ADNOC is actively investing in diversifying its portfolio beyond raw commodity exports with recently announced efforts in hydrogen, ammonia and other value-add Downstream products – part of the brand’s longstanding commitment to future proofing its economic contributions to the UAE and maintaining a legacy of environmental stewardship. To date, the Group has invested in a number of measures to reduce its carbon footprint, notably through a significant expansion of carbon, capture and storage (CCS) technology across its business. 

ADNOC once again is set to raise the profile of Abu Dhabi and the GCC through the launch of the highly anticipated futures exchange for Murban crude. 

David Haigh, CEO of Brand Finance commented:

“ADNOC has been the principal enabler of the UAE and Abu Dhabi success story since its inception just under 50 years ago. Since taking the helm, Group CEO H.E. Dr. Sultan Ahmed Al Jaber has successfully transformed the company into a leaner, more efficient and internationally competitive energy producer. Today, ADNOC plays a critical role driving local industry growth, supporting Abu Dhabi’s soft power position globally and advancing the UAE’s sustainable economic development goals. ADNOC’s enduring brand strength reflects the strength of its reputation as an industry leader in both cost and carbon efficient oil production, a critical driver of innovation and technology in the UAE and a partner of choice for local and international investors.” 

Etisalat is region’s strongest brand 

In addition to measuring overall brand value, Brand Finance also evaluates the relative strength of brands, based on factors such as marketing investment, customer perceptions, staff satisfaction, and corporate reputation. Alongside revenue forecasts, brand strength is a crucial driver of brand value. According to these criteria, Etisalat has been crowned Middle East’s strongest brand for the first time, overtaking Emirates Airlines, with a Brand Strength Index (BSI) score of 87.4 out of 100 and a corresponding AAA brand strength rating – the only brand in the region to achieve this rating. This increase puts Etisalat among the top 25 brands globally for BSI. 

Thanks to its strategy over the last few years and its recent achievement of becoming the fastest network on the planet, the brand was in a position to respond immediately to the ‘new normal’ of the pandemic, providing solutions and flexibility in a way that connected emotionally with consumers. Under the guidance of its dynamic new Group CEO, Hatem Dowidar, Etisalat Group, is turning its sights on transforming into a truly global player. Etisalat has also climbed 17 spots in the brand value ranking this year, from 225th to 208th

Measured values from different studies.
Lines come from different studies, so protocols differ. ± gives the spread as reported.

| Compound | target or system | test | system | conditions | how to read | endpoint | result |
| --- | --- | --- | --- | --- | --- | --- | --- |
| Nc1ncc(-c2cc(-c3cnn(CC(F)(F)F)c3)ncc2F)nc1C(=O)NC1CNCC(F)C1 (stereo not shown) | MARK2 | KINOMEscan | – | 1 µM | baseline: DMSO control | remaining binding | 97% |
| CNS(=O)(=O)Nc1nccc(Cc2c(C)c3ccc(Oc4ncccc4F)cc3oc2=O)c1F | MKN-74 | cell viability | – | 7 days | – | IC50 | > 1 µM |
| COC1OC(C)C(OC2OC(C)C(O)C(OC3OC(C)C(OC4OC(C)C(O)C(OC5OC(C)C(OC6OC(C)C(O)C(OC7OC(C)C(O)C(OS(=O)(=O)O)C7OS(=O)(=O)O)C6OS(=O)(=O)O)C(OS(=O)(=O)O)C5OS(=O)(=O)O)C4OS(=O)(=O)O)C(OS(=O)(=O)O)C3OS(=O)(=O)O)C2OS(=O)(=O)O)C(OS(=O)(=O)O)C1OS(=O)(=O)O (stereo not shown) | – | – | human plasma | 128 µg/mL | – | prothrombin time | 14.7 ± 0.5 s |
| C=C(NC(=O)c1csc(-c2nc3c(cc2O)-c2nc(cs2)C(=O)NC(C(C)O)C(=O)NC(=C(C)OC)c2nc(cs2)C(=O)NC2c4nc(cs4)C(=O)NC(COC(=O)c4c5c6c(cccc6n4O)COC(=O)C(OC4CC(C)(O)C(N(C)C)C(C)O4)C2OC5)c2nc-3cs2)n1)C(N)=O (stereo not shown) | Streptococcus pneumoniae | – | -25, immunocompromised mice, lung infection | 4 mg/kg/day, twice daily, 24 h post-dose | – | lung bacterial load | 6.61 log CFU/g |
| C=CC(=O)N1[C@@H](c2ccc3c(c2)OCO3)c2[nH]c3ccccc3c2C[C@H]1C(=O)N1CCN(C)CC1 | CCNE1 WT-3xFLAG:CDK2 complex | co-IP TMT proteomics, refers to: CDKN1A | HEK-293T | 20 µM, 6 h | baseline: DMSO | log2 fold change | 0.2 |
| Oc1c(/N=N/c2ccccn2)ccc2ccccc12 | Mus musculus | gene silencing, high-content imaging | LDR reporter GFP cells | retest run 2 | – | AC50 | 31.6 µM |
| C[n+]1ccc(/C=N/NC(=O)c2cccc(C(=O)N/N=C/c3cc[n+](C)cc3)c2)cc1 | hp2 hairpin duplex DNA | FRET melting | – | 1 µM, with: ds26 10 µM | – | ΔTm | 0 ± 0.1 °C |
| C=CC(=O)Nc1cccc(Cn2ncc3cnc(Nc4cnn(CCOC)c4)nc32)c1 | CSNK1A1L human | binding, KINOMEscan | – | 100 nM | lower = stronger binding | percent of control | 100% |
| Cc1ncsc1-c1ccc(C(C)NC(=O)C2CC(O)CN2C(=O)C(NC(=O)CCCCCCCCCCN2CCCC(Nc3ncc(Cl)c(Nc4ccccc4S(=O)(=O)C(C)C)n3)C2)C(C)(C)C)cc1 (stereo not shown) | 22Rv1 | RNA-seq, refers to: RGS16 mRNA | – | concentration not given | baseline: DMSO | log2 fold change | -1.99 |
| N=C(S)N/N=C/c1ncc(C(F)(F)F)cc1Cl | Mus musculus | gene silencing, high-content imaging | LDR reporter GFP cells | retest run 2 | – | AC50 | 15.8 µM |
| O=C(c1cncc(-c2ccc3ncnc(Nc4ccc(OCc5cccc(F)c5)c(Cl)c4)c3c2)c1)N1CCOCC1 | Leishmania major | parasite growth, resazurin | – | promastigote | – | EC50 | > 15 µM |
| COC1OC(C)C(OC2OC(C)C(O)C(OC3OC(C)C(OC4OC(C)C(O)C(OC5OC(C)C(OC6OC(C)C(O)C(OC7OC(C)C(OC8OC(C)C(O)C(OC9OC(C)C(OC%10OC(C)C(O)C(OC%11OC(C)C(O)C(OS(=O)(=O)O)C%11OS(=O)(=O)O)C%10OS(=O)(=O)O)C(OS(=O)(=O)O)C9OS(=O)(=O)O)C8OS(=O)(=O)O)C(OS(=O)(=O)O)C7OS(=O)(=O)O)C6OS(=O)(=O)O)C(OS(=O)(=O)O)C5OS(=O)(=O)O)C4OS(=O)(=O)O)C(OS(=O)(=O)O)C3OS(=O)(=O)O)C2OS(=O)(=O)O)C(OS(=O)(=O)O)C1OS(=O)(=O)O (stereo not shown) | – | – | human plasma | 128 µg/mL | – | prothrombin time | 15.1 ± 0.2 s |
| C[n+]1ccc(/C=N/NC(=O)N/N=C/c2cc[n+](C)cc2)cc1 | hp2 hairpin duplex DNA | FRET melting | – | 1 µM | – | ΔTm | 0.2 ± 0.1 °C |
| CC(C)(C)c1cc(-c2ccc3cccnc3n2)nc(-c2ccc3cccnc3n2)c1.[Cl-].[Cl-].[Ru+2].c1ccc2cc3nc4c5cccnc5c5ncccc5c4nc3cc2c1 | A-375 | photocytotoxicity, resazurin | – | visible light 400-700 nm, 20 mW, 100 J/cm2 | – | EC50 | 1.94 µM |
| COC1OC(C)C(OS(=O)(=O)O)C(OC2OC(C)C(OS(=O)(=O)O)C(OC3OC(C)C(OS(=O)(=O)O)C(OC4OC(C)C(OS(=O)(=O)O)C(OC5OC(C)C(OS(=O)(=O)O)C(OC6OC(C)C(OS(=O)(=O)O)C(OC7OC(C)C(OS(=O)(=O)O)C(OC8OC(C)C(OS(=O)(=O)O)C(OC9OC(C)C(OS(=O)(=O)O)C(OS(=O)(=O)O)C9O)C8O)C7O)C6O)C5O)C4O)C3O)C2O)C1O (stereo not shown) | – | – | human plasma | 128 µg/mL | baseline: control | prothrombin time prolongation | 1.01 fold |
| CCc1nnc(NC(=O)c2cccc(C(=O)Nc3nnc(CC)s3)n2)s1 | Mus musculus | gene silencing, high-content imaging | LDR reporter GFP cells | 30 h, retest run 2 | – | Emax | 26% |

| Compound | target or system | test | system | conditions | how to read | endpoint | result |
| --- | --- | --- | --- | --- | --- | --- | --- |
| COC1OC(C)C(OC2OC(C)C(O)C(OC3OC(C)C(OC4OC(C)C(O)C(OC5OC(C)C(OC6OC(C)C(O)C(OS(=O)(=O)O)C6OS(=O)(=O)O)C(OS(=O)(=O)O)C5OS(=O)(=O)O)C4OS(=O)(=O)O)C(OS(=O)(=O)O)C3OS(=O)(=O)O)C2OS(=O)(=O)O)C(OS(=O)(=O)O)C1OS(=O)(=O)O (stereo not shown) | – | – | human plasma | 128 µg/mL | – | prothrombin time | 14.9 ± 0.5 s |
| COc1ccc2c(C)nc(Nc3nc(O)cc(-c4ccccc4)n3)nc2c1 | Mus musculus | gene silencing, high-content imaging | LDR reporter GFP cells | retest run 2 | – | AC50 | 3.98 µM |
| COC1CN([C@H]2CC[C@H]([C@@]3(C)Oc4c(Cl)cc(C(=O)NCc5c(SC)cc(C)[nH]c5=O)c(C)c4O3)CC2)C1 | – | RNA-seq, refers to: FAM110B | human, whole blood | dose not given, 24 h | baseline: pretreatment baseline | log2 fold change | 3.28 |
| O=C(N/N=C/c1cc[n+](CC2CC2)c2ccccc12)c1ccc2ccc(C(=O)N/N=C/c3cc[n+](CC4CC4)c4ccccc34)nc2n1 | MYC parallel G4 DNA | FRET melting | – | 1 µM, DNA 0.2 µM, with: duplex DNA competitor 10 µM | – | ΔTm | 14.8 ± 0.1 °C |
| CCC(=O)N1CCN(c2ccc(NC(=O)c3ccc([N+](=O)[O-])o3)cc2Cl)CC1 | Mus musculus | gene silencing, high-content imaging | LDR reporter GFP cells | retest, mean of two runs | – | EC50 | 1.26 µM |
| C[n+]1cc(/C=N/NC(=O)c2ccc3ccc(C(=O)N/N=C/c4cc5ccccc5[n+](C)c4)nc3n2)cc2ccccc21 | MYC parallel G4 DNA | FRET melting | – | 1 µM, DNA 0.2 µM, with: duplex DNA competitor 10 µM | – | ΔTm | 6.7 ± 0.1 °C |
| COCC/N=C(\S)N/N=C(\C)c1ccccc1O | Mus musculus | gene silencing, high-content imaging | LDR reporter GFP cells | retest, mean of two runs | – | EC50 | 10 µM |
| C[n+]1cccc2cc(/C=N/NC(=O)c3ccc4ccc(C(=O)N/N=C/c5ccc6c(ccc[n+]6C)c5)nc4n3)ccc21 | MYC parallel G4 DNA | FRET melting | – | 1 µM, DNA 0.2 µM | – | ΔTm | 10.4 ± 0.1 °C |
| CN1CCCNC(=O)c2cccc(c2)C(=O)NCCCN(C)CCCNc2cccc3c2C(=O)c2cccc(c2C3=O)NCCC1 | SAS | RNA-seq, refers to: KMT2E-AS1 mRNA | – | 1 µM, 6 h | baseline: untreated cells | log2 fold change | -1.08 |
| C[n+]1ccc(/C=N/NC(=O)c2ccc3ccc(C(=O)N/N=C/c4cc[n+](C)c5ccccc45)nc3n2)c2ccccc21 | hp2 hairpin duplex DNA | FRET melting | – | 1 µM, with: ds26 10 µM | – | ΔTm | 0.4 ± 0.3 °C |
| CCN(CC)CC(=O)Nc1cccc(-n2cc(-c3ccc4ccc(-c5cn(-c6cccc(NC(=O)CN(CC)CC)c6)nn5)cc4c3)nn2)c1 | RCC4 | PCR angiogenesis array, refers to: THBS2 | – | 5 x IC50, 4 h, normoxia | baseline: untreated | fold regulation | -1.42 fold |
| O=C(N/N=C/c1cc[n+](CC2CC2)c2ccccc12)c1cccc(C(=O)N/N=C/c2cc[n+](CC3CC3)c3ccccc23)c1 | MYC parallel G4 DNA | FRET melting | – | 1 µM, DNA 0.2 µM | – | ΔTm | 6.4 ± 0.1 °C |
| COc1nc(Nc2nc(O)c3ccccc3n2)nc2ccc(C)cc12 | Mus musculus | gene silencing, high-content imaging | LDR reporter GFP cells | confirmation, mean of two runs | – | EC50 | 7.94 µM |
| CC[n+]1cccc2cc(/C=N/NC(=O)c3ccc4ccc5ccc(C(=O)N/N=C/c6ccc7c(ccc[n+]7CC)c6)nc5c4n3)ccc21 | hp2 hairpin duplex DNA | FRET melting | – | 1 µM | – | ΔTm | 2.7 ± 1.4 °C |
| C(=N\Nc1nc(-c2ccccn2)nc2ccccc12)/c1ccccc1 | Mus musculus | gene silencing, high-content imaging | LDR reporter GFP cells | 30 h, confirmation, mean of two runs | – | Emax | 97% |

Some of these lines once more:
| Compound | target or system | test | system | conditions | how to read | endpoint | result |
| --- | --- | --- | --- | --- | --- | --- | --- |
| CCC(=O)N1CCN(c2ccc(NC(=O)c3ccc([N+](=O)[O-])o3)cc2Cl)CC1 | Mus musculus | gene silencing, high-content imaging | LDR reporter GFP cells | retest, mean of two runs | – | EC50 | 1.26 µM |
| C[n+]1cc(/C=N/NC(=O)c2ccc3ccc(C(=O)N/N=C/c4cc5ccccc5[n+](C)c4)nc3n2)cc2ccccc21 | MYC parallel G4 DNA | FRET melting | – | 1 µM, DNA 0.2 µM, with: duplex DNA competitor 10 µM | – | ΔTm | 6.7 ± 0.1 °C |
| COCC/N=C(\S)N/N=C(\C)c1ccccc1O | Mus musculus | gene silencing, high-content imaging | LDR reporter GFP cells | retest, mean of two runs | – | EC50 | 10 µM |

David Haigh, CEO of Brand Finance commented:

“When COVID struck in 2020, Etisalat led from the front ensuring business continuity, robust e-governance, enablement of smart cities and remote learning, to help drive the digital future of the UAE. Staying relevant and enabling the nation with the fastest network on the planet, Etisalat has earned its place as the region’s Strongest Brand, ready deliver on its ethos of Together Matters as the UAE welcomes the world at Expo 2021.”

stc is the region’s fastest growing brand, up an impressive 14% to US$9.2 billion and simultaneously jumping 53 positions to 189th. stc has recently doubled the capacity of its network, never compromising on customer service – something the brand prides itself on. The brand has also achieved a AAA- brand rating for the first time because of its brand and business transformation.

David Haigh, CEO of Brand Finance commented:

“stc’s brand has evolved and grown following its successful masterbrand refresh and extension into Kuwait and Bahrain at the beginning of last year. The company continues to execute its DARE strategy successfully and has strengthened its positioning as a company that enables digital life. Its commitment to digital transformation has been shown with stc Pay, recognised as the first tech unicorn in Saudi Arabia.”

Apple is named world’s most valuable brand

Apple has overtaken Amazon and Google to reclaim the title of the world’s most valuable brand for the first time since 2016, according to the latest report by Brand Finance – the world’s leading brand valuation consultancy. Apple has the success of its diversification strategy to thank for an impressive 87% brand value increase to US$263.4 billion and its position at the top of the Brand Finance Global 500 2021 ranking.